a welcoming, affirming, justice-seeking congregation

Sermon: Passionate Friendship                                Romans 13:8-14

Rev. Ha Na Park


Three months ago, when I decided to seek a community where my gifts and passion could join with those of others, I found myself in a time that was very challenging, yet spiritually very deep and rich. I kept revisiting the process of examining my sense of purpose and reconnecting to God. I was periodically discouraged and overwhelmed with a sense of failure, yet strangely, I sensed that I was also empowered by discerning God’s fresh calling; I was deeply grateful. Applying for Immanuel was a leap of faith at that difficult time, but it was worth it, absolutely was worth leaping to this amazing, faithful community, Immanuel. After the interview in June, and even after being called, the last comment Ian, the chair of the search committee, made at the end of the interview made me smile, and I owe deep thanks to him because that comment really helped me understand what my true, authentic strength may be – “Deep and challenging.” (So, here’s a heads-up for you: I am deep and challenging.) When I was called to schedule the second interview, I had a stark sense of realization about who I was going to meet, with the possibility of being called here. I shared, presented, and showed my “challenging” strength as honestly as I could at the interview, and I was accepted! This was an unbelievable gift I received before I barely knew Immanuel. I thought, in this community, I can be me, and I will not need to change myself because it is ministry. And in its true meaning, if I am called to authentic leadership, I shouldn’t change myself. My personal vision statement I shared during the interview process was:

Embracing Diversity 

as Opportunities to Innovate 

through Creating a Positive Core and

extending Radical Welcome,

therefore, Making a Futuretogether,

inspired by the holy stories of God and God’s people. 


Another gift I received from Immanuel was quick in coming. Ian advised me that Immanuel might get busy more slowly than Meadowood (my last congregation) and I might not see many people when I started in September. To my surprise and joy, I was again amazed to see so many loving people take time to come out to meet me and offer me an exceptional welcome with hugging, kissing, notes, emails, gifts, shared stories and a birthday cake. After last Thursday’s Council meet-up, following Richard’s favourite habit, I counted how many Immanuel folks I met within my first week: twenty! Can you believe that? I am still truly amazed and will do my best to really see and appreciate what kind of unique, strong, welcoming and inclusive community of people I have joined. You are one of a kind!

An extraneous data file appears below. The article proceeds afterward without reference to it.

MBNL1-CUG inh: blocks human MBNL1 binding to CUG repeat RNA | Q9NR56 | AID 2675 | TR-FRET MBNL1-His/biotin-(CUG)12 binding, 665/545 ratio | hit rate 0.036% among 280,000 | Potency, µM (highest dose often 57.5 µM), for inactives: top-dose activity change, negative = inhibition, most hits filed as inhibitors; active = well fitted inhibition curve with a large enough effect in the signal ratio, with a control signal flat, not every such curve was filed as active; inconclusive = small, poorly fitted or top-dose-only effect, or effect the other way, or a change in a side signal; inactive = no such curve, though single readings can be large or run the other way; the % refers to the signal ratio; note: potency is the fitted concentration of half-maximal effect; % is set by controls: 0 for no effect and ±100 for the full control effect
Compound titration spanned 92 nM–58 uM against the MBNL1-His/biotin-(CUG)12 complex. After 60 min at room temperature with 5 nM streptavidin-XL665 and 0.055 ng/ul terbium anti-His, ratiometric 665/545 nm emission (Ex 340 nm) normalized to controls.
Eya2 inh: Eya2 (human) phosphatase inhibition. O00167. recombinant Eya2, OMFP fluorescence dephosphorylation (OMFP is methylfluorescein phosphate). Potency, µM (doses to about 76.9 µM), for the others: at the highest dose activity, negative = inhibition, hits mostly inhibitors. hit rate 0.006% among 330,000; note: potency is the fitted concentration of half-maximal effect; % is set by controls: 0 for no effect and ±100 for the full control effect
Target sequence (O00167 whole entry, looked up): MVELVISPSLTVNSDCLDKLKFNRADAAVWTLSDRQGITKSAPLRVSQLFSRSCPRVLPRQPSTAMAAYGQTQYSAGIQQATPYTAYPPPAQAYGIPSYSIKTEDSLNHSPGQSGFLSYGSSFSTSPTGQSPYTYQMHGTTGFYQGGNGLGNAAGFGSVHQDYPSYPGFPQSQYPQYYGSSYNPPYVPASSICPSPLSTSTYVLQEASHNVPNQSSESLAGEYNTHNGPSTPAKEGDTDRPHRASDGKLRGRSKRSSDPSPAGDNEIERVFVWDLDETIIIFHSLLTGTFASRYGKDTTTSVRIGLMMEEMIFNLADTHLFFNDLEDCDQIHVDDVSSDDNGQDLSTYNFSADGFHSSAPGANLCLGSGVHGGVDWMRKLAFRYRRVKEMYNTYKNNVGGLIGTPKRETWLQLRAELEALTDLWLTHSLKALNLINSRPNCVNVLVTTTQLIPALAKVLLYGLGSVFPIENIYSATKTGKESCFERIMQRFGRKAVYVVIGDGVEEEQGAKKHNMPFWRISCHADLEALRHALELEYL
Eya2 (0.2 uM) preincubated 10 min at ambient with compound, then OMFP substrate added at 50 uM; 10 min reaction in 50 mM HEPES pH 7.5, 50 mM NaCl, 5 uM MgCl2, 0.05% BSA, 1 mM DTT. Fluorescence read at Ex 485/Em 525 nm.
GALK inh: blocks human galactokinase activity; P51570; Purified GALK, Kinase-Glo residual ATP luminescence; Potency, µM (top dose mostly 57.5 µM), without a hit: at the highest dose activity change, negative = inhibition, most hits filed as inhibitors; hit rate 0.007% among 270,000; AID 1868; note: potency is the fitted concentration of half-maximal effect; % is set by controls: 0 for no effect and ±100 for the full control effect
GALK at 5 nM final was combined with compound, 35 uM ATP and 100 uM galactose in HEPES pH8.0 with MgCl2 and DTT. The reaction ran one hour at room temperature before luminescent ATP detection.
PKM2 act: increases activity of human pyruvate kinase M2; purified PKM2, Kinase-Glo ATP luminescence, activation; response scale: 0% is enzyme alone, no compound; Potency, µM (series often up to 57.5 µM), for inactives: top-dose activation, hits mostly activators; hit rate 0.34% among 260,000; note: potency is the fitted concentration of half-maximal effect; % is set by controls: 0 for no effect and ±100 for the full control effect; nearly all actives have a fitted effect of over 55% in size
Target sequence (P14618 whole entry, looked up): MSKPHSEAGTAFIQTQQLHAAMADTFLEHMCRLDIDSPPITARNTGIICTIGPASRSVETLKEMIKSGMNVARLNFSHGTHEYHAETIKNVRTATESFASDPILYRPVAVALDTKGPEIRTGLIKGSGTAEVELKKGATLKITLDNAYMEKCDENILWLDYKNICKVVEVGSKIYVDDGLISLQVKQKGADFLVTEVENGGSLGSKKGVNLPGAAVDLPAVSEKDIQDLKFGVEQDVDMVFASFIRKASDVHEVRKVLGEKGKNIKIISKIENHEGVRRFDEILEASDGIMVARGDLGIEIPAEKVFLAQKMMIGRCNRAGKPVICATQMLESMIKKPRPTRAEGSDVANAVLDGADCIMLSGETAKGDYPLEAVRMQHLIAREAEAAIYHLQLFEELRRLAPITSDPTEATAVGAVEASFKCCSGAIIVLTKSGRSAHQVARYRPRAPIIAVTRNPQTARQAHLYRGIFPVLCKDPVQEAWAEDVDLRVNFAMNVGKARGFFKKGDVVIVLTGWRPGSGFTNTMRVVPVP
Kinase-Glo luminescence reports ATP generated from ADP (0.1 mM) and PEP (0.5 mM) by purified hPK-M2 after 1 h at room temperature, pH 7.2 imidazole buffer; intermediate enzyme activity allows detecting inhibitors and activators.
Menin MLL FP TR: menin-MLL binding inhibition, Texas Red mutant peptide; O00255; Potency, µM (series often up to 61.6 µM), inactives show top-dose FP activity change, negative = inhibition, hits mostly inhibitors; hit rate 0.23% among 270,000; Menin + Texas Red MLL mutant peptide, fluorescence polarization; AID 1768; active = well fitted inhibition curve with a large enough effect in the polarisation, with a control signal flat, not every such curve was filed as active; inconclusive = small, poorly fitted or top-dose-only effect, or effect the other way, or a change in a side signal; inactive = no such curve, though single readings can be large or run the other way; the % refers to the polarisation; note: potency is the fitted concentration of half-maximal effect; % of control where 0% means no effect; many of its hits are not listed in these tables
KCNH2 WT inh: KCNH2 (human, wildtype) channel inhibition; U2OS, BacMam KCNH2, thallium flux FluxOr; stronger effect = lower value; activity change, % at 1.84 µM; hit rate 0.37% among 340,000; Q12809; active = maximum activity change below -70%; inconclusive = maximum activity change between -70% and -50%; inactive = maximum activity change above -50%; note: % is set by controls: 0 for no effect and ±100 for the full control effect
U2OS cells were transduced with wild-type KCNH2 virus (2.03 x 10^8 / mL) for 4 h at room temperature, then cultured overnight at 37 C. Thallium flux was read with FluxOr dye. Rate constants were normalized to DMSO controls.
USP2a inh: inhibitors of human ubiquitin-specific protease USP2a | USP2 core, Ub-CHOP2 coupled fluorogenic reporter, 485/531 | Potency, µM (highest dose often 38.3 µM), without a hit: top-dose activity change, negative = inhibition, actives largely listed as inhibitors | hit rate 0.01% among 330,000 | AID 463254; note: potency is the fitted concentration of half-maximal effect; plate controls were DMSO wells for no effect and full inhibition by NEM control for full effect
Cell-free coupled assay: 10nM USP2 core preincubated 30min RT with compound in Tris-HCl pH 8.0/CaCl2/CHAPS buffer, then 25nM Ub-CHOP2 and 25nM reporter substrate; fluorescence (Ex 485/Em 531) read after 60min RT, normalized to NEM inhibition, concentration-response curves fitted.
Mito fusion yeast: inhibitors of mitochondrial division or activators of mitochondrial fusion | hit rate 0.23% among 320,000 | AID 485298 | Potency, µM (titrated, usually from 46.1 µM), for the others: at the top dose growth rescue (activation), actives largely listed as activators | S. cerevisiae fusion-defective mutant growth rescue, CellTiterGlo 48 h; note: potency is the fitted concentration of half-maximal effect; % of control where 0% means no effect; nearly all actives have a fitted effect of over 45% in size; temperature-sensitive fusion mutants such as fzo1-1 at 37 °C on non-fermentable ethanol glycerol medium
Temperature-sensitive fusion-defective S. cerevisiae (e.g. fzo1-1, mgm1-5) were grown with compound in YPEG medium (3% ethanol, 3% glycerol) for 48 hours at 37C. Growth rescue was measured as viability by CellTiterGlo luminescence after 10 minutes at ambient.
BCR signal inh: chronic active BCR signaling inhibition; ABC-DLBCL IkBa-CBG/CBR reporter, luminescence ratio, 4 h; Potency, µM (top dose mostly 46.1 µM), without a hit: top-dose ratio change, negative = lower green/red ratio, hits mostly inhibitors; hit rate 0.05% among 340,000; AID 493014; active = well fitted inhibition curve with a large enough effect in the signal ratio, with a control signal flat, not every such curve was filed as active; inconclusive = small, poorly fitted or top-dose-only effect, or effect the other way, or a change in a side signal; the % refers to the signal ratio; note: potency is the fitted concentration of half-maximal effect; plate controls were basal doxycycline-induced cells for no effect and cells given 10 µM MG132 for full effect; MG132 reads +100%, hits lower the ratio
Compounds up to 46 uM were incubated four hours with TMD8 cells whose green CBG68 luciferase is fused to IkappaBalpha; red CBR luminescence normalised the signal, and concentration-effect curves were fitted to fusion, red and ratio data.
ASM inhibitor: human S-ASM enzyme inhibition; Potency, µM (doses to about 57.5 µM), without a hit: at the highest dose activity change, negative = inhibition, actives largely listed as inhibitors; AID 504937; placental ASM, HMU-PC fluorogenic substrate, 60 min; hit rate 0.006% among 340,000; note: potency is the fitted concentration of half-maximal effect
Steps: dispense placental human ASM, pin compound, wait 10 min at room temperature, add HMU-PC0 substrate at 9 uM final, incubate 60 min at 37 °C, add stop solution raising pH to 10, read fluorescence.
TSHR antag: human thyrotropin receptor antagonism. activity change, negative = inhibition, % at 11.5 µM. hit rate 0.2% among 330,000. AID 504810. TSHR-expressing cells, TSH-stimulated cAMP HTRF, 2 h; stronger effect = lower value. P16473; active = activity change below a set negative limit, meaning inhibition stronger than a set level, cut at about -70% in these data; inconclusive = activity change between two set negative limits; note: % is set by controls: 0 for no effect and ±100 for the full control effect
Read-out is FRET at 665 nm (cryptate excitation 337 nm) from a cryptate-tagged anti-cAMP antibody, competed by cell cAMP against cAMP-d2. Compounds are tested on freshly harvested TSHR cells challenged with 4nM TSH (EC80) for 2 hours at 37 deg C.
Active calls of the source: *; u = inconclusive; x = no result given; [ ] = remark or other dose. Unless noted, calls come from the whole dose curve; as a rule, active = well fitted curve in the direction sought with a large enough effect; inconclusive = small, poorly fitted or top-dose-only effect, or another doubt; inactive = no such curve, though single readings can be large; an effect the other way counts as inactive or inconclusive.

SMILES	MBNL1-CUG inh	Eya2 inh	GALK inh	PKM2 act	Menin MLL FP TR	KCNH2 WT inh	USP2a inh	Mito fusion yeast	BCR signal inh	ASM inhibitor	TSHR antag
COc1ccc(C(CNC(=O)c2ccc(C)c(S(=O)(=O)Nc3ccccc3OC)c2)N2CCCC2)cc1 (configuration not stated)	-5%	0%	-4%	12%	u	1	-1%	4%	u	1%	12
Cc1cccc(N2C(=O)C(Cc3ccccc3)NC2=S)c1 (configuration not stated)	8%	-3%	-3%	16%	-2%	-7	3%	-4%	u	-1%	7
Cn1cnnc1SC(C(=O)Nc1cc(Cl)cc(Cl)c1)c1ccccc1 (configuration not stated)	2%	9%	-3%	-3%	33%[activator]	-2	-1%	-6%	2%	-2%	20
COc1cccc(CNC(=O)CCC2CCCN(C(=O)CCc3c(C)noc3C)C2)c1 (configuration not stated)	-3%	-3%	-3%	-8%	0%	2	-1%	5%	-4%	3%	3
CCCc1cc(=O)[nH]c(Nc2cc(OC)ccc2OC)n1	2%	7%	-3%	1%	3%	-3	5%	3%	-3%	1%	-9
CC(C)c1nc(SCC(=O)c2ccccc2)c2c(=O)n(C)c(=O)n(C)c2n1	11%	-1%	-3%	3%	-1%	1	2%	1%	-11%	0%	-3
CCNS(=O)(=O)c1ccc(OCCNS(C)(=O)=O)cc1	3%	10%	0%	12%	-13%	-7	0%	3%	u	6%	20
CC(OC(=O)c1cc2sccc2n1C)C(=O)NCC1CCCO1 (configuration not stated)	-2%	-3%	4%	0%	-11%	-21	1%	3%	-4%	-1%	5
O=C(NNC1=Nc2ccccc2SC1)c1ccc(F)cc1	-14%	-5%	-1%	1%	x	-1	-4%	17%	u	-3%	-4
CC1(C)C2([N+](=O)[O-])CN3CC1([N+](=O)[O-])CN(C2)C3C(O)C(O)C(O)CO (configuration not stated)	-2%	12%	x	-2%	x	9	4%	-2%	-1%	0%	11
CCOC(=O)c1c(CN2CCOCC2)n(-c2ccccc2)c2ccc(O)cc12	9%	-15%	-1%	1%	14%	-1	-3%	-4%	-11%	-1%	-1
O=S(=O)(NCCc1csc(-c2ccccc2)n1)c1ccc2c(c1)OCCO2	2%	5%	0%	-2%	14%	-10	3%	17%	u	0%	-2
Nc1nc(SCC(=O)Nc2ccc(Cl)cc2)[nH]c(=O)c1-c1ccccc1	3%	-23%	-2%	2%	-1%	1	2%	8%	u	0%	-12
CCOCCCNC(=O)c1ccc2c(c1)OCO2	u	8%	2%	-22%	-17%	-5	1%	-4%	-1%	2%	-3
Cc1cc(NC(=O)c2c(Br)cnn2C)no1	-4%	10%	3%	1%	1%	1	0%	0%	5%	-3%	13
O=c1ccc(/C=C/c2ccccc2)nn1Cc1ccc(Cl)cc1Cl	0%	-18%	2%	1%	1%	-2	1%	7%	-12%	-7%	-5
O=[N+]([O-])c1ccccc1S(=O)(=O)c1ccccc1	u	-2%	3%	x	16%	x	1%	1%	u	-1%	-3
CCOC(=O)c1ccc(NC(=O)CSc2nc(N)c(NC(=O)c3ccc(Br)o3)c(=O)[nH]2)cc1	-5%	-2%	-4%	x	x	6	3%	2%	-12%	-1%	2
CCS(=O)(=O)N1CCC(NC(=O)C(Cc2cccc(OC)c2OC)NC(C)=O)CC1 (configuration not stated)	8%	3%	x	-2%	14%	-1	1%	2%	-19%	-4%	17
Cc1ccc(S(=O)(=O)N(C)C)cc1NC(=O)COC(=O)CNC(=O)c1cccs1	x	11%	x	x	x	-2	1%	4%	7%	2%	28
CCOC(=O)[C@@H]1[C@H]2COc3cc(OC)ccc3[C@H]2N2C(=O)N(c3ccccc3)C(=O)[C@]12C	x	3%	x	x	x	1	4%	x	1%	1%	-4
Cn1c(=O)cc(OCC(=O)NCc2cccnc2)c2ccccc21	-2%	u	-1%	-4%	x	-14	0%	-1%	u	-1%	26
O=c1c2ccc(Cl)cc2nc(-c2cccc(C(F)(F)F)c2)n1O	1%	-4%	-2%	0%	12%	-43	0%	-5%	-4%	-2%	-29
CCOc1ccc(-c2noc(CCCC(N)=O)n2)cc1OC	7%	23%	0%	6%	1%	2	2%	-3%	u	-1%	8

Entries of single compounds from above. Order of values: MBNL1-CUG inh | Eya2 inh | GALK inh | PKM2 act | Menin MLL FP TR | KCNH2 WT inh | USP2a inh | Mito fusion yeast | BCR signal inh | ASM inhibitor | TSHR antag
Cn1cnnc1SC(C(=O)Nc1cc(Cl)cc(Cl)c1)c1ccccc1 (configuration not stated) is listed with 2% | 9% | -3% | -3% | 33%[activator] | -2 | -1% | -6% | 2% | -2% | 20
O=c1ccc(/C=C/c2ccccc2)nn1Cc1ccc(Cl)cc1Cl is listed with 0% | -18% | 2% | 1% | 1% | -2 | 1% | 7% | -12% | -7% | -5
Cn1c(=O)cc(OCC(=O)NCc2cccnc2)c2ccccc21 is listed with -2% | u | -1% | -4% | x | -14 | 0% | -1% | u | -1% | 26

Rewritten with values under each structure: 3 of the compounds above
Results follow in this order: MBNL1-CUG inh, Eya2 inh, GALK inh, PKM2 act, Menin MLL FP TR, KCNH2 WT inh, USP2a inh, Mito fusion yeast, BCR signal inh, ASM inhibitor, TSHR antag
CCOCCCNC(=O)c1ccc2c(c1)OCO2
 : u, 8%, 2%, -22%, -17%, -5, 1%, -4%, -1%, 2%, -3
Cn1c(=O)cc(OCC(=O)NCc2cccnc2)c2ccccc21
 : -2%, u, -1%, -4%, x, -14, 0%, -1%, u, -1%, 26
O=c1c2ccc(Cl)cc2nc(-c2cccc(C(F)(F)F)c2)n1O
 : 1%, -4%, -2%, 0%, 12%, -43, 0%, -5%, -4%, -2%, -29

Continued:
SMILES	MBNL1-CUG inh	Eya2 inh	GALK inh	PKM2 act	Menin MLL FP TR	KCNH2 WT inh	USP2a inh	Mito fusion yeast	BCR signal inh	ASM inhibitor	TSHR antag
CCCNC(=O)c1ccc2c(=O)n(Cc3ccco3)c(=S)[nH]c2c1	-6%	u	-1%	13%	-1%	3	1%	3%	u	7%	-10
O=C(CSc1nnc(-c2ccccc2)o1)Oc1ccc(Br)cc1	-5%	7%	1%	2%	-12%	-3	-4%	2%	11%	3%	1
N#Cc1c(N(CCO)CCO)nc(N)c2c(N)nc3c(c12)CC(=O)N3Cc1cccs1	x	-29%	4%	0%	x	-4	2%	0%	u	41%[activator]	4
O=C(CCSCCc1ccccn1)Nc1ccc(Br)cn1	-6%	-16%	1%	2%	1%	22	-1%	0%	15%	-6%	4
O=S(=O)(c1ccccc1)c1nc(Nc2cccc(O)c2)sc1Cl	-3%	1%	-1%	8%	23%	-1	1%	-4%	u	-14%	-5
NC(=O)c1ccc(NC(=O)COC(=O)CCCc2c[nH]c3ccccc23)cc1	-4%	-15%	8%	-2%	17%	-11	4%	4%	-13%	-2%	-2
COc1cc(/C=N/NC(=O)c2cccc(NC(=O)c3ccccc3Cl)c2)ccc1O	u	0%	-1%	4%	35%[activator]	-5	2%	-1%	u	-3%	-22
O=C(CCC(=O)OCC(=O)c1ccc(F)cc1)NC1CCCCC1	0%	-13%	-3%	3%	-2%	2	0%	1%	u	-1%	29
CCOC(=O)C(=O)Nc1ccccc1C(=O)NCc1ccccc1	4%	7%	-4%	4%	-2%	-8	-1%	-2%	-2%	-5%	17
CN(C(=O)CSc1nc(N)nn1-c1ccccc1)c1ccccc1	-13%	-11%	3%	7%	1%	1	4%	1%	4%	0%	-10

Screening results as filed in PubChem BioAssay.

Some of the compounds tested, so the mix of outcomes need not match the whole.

In this sense of the gift of blessings, I invite us to hear the first line from the Romans text that Lynn Strome read for us. Verse 8. “Owe no one anything, except to love one another; for the one who loves another has fulfilled the law.”

How will we understand this message? I am inspired to share that the friendship that crosses borders, the friendship that transgresses restrictive societal norms, the friendship that is nurtured at the margins is a true, liberating, hard-won expression of love. I was amazed by your welcome, not because I felt, “Oh, I’m feeling like people treat me like a lovable princess here!”, but because through your welcome I could see your deeply nurtured sense of friendship – passionate friendship toward one another -.

From my experience, I see why and how such genuine, loving, passionate friendship is a hard-won privilege, how it is transforming people’s lives, and therefore how it becomes a true gift that grows community.

The theme of friendship is very important to me. To me, friendship is a theological question. It is a question about how we let God in us “dissolve” restrictive boundaries of Self and the Other through the action of love, genuine curiosity and compassion. In ministry, it is an expression of faithful intention of how we become interested in somebody’s life for the benefit of the well-being of the Other, beyond self. For a long time, since I moved to Canada, I have struggled a lot to know how I can become somebody’s friend. If it is a friendship, I thought, it should start and be nurtured on an equal basis of mutual interest, and with the sharing of natural fondness.

Some friendships seem more “natural” to start and nurture joy – especially, if they are between people with the same ethnicity, culture, gender, language. I personally observed that “Non-whites” or POC (“persons of color”) can form friendships more quickly because they may feel “safe” with each other. Other friendships can be harder – when two people or the group is composed of White and POC. There are many factors which contribute to making such friendships harder to start and nurture. “White privilege” may play a powerful role among many other factors. Yet through the last decade, living in Canada, I developed some fear that others may see me through stereotypes rather than trying to see past the surface.